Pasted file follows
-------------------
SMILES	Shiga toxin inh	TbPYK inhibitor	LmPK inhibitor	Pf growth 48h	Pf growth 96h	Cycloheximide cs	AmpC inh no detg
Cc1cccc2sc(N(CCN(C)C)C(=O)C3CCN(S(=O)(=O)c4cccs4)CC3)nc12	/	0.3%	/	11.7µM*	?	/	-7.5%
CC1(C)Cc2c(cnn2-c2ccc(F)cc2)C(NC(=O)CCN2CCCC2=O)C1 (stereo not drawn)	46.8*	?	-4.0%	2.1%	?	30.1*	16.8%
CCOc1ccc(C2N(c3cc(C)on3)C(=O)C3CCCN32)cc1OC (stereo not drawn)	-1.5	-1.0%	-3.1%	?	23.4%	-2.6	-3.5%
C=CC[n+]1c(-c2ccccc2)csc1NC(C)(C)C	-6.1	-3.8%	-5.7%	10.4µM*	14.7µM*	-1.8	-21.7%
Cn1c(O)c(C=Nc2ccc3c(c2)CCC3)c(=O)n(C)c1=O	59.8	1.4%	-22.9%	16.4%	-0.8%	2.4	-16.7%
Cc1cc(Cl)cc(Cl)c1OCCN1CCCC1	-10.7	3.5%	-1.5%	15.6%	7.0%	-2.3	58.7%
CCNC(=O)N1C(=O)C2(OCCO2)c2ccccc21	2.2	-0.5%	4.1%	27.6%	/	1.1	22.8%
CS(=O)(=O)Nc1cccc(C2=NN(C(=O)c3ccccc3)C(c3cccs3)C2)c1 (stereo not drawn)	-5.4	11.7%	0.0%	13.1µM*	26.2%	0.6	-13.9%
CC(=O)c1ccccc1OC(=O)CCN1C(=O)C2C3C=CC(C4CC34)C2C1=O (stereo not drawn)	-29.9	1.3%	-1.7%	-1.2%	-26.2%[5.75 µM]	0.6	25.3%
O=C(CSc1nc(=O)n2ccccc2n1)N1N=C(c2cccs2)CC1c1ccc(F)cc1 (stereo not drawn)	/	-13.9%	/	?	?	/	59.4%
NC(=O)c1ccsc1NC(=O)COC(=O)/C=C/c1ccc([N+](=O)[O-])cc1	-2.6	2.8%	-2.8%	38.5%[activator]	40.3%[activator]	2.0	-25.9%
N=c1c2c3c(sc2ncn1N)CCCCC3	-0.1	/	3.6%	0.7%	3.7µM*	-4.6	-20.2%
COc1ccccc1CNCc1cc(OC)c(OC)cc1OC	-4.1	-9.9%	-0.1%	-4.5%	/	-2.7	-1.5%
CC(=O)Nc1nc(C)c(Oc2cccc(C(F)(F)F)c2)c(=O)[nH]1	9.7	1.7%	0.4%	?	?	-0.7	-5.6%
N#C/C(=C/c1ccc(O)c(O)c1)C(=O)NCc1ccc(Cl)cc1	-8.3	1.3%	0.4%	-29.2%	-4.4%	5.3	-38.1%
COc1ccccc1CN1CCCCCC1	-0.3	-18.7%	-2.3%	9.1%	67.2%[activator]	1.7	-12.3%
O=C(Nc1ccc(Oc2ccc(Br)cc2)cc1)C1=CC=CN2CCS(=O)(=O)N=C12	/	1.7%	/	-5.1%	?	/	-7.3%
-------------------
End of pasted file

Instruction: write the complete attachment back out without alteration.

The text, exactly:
SMILES	Shiga toxin inh	TbPYK inhibitor	LmPK inhibitor	Pf growth 48h	Pf growth 96h	Cycloheximide cs	AmpC inh no detg
Cc1cccc2sc(N(CCN(C)C)C(=O)C3CCN(S(=O)(=O)c4cccs4)CC3)nc12	/	0.3%	/	11.7µM*	?	/	-7.5%
CC1(C)Cc2c(cnn2-c2ccc(F)cc2)C(NC(=O)CCN2CCCC2=O)C1 (stereo not drawn)	46.8*	?	-4.0%	2.1%	?	30.1*	16.8%
CCOc1ccc(C2N(c3cc(C)on3)C(=O)C3CCCN32)cc1OC (stereo not drawn)	-1.5	-1.0%	-3.1%	?	23.4%	-2.6	-3.5%
C=CC[n+]1c(-c2ccccc2)csc1NC(C)(C)C	-6.1	-3.8%	-5.7%	10.4µM*	14.7µM*	-1.8	-21.7%
Cn1c(O)c(C=Nc2ccc3c(c2)CCC3)c(=O)n(C)c1=O	59.8	1.4%	-22.9%	16.4%	-0.8%	2.4	-16.7%
Cc1cc(Cl)cc(Cl)c1OCCN1CCCC1	-10.7	3.5%	-1.5%	15.6%	7.0%	-2.3	58.7%
CCNC(=O)N1C(=O)C2(OCCO2)c2ccccc21	2.2	-0.5%	4.1%	27.6%	/	1.1	22.8%
CS(=O)(=O)Nc1cccc(C2=NN(C(=O)c3ccccc3)C(c3cccs3)C2)c1 (stereo not drawn)	-5.4	11.7%	0.0%	13.1µM*	26.2%	0.6	-13.9%
CC(=O)c1ccccc1OC(=O)CCN1C(=O)C2C3C=CC(C4CC34)C2C1=O (stereo not drawn)	-29.9	1.3%	-1.7%	-1.2%	-26.2%[5.75 µM]	0.6	25.3%
O=C(CSc1nc(=O)n2ccccc2n1)N1N=C(c2cccs2)CC1c1ccc(F)cc1 (stereo not drawn)	/	-13.9%	/	?	?	/	59.4%
NC(=O)c1ccsc1NC(=O)COC(=O)/C=C/c1ccc([N+](=O)[O-])cc1	-2.6	2.8%	-2.8%	38.5%[activator]	40.3%[activator]	2.0	-25.9%
N=c1c2c3c(sc2ncn1N)CCCCC3	-0.1	/	3.6%	0.7%	3.7µM*	-4.6	-20.2%
COc1ccccc1CNCc1cc(OC)c(OC)cc1OC	-4.1	-9.9%	-0.1%	-4.5%	/	-2.7	-1.5%
CC(=O)Nc1nc(C)c(Oc2cccc(C(F)(F)F)c2)c(=O)[nH]1	9.7	1.7%	0.4%	?	?	-0.7	-5.6%
N#C/C(=C/c1ccc(O)c(O)c1)C(=O)NCc1ccc(Cl)cc1	-8.3	1.3%	0.4%	-29.2%	-4.4%	5.3	-38.1%
COc1ccccc1CN1CCCCCC1	-0.3	-18.7%	-2.3%	9.1%	67.2%[activator]	1.7	-12.3%
O=C(Nc1ccc(Oc2ccc(Br)cc2)cc1)C1=CC=CN2CCS(=O)(=O)N=C12	/	1.7%	/	-5.1%	?	/	-7.3%